A number of earnings upgrades by analysts have helped push shares in software specialist Softcat to a near all-time high. That fact that should perhaps allay any investor concerns around a trio of share sales from directors totalling £11.2m.

Chairman Martin Hellawell and chief financial officer Graham Charlton sold shares worth £6.8m and £900,000, respectively. Hellawell’s ownership — including shares held by his wife and their family and charitable trusts — stands at 2.1 per cent, while Charlton retains a stake of 0.04 per cent. Softcat declined to comment on the reasons for the sales.

The group, which provides IT infrastructure technology and services, has benefited from a surge in demand from public sector clients, which include the NHS. That has offset weaker private sector interest, particularly in areas most affected by pandemic trading restrictions.

However, it still managed an overall increase of 8 per cent in revenue and 10 per cent rise in earnings per share during the 12 months to the end of July last year, which resulted in a boost to the annual dividend by just over a tenth.

The consensus earnings per share forecasts for this financial year and 2022 have both been upgraded by 9 per cent since the end of December, after management revealed that the group was trading “significantly ahead” of where it needed to be at the early part of the year. It also said corporate demand had continued to improve but that the picture was still mixed. The group is due to announce half-year results on March 24.

At 1,545p, the shares trade at a toppy price/forward earnings multiple of 37, above its own five-year average and a premium to the industry average. However, it could be argued that the group’s ability to maintain solid earnings growth post-pandemic, together with impressive rates of cash conversion and return-on-equity could justify that premium.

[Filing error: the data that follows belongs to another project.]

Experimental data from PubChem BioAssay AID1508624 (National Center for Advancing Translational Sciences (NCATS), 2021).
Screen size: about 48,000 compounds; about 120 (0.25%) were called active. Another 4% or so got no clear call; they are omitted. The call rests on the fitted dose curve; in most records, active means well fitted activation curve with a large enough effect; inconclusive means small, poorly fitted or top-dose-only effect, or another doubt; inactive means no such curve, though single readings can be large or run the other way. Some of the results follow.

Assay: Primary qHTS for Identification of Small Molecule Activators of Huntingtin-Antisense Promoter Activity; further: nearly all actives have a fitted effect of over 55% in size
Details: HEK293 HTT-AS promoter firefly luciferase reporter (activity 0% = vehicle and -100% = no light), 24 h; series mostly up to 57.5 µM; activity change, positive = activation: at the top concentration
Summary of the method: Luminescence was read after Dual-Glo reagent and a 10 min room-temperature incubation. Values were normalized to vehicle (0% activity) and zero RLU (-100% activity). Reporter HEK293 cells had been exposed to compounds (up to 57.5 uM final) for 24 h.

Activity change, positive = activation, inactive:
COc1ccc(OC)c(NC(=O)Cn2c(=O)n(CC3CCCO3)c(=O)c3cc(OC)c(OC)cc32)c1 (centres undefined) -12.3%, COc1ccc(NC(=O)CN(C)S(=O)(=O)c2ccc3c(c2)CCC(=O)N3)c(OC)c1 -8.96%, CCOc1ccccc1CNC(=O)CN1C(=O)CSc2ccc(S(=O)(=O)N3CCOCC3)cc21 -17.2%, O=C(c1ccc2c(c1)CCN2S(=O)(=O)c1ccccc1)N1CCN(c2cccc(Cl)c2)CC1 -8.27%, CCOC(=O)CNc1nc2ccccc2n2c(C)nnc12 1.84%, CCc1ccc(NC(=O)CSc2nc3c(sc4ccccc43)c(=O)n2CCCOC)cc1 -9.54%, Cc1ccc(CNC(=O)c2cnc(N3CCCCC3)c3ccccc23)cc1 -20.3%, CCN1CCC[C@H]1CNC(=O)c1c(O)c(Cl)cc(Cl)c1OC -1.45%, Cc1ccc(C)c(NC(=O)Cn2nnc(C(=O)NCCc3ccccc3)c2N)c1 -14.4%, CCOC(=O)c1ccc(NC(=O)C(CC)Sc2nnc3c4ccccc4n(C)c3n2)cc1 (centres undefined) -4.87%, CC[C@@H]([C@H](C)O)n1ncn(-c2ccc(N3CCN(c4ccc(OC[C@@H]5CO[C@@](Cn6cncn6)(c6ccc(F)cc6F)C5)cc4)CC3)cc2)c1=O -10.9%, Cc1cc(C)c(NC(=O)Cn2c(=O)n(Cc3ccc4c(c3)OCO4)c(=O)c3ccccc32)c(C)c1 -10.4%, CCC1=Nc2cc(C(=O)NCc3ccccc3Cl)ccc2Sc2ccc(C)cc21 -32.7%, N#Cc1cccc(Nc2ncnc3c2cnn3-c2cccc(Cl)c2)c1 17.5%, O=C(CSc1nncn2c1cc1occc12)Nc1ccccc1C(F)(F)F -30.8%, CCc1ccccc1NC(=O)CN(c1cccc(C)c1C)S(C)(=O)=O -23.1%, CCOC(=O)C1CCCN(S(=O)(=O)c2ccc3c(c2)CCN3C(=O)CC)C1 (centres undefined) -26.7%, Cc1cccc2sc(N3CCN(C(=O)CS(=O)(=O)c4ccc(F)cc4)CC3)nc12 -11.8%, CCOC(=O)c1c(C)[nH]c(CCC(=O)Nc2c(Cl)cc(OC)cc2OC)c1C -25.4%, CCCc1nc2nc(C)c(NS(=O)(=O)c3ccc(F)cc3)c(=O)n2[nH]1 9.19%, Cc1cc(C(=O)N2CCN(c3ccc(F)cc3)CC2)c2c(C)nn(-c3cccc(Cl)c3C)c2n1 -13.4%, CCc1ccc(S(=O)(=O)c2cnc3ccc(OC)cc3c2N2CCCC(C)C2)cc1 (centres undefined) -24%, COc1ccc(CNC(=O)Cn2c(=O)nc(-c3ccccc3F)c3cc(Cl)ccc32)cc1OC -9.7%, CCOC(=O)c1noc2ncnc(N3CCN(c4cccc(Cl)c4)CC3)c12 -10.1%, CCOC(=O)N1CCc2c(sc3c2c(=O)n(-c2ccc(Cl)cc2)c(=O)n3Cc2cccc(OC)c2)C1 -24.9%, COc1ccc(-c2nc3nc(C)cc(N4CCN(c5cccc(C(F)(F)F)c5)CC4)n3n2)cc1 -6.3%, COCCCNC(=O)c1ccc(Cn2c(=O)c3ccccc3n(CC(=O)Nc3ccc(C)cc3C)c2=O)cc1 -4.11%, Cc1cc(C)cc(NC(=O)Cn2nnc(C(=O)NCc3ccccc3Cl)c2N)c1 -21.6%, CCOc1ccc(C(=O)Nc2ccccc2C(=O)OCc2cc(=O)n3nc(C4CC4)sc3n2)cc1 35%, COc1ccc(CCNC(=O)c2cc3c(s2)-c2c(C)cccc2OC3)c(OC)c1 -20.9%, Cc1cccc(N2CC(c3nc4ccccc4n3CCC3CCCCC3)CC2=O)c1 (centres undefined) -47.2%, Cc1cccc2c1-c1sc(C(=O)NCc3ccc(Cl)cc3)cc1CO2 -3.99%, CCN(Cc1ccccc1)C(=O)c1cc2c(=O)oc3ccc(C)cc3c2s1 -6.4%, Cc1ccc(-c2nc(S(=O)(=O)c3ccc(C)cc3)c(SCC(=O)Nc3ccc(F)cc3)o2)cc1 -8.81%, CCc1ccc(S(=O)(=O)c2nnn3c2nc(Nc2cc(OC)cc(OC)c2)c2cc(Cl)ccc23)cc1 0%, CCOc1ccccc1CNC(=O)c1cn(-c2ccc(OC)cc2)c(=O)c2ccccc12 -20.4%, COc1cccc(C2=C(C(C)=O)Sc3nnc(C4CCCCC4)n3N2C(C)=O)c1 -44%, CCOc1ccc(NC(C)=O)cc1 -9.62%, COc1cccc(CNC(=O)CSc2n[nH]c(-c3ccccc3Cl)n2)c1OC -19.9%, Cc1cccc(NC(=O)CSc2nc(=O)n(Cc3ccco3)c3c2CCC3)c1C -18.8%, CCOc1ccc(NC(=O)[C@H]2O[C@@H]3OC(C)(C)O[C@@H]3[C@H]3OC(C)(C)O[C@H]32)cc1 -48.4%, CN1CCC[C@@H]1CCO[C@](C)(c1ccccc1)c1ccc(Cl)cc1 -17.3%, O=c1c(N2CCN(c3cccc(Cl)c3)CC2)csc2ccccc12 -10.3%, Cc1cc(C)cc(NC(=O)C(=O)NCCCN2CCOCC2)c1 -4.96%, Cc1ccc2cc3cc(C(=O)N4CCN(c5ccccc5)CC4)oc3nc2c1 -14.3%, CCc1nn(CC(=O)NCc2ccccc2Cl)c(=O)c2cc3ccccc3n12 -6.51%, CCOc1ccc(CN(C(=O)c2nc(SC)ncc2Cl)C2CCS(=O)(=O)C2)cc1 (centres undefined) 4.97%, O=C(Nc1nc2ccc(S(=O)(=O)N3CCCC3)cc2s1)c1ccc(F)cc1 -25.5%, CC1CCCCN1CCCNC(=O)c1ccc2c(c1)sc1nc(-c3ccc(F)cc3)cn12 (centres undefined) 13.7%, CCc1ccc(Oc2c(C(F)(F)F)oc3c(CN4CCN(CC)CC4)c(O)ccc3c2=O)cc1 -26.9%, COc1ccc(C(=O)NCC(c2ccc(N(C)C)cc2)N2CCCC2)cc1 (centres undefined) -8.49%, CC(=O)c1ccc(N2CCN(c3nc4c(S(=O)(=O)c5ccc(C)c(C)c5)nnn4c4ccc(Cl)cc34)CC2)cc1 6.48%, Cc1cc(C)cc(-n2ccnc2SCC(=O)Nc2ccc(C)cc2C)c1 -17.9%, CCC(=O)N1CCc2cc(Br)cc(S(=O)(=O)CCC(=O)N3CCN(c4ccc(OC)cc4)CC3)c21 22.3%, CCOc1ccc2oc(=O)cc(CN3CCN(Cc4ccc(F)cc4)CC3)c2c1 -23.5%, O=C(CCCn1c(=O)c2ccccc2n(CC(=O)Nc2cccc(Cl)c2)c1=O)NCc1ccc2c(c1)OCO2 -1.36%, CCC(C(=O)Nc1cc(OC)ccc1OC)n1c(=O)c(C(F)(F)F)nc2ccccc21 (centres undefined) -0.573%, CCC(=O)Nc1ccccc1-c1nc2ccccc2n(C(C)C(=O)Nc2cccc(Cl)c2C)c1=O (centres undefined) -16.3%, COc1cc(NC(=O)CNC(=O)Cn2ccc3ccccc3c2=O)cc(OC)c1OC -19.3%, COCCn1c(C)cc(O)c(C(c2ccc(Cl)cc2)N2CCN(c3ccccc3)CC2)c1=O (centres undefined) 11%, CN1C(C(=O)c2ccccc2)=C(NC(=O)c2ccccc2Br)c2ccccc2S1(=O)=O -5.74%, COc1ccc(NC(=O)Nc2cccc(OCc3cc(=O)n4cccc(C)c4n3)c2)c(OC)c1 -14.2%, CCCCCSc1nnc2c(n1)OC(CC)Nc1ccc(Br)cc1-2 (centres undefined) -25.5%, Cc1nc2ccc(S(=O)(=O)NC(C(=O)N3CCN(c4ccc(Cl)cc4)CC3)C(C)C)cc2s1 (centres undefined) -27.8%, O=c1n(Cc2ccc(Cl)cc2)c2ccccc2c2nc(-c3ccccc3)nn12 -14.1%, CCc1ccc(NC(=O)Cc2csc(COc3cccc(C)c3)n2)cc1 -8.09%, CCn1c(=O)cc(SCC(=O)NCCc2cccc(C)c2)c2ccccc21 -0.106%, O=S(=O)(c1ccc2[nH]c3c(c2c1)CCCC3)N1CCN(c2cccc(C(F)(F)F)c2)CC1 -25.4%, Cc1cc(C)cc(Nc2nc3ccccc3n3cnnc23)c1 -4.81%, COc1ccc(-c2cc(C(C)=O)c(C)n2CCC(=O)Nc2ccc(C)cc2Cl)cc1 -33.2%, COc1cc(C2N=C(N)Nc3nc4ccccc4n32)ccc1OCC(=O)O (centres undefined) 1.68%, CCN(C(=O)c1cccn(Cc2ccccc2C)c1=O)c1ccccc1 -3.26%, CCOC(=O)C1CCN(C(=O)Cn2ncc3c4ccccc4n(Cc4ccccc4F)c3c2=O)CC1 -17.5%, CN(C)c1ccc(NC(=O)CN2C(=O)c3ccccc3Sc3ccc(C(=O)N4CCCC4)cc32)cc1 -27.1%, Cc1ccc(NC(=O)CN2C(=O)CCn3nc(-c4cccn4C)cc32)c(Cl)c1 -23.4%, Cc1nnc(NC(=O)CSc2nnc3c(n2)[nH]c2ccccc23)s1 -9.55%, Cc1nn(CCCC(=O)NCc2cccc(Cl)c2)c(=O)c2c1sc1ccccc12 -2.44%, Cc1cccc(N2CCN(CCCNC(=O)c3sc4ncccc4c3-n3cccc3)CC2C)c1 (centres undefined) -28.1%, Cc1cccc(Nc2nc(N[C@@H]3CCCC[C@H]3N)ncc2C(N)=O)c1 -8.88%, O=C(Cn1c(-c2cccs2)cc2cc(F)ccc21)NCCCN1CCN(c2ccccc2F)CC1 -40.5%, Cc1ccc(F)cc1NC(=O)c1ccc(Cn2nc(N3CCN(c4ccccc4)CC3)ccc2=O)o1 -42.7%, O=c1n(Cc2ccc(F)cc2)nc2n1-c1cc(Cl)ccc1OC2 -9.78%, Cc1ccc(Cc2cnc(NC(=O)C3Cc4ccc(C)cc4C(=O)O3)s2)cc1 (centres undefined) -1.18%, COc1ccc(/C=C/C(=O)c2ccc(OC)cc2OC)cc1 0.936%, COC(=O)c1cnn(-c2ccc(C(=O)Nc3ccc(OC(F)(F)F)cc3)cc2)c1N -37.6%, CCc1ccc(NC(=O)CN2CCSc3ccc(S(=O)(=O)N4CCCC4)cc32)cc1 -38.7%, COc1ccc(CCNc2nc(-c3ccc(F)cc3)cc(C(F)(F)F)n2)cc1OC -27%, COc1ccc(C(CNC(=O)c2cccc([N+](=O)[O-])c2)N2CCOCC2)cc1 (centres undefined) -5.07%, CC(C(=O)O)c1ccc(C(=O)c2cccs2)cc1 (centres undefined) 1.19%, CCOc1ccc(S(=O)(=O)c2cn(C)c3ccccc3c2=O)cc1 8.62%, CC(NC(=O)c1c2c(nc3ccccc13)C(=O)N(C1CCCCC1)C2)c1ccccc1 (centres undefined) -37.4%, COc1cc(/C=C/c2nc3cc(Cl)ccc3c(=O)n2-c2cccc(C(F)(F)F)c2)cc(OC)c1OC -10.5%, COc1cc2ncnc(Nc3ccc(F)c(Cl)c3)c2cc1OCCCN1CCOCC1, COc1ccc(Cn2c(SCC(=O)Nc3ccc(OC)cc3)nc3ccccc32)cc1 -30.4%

In an age where nil-cost share awards and incentive plans are the de facto method for executives to stake their claim in a listed company, it is always good to see company directors put their money where their collective mouths are.

Good news, then, for shareholders of Sanne. Shortly after a January 28 trading update from the FTSE 250 group received a lukewarm market reaction, two board members stepped in to acquire a combined £150,000-worth of shares.

As a provider of corporate and administrative services to asset managers, private equity firms and hedge funds, Sanne has been insulated from much of the last year’s business woe.

Consensus earnings of 25.1p per share for 2020 — which the group expects to meet — have been trimmed 14 per cent from their pre-pandemic high, but cash conversion and margins have remained robust. Management felt confident enough to finish the year by signing off on the acquisition of Scandinavian private equity fund administrator PEA for at least €27m (£23.9m).

Now Sanne has revealed it won new business worth £22.5m a year to the top line in the three months to December. That was a strong enough sign for chairman Rupert Robson, who acquired 21,057 shares in two separate transactions at a weighted strike price of 569.9p following the announcement. He was joined by chief financial officer James Ireland, who bought 5,300 shares at 565p.

In doing so, they join a bullish chorus of analysts who see fair value in the shares at 711p, according to the consensus target price. The pair can also be confident of buying in at a reasonable valuation, with the shares trading on just under 20 times consensus forecast earnings, compared with a five-year average of 24.

That is a narrower premium to the broader FTSE All-Share index over the same period, although we await next month’s results for clarity on rising leverage before turning bullish ourselves.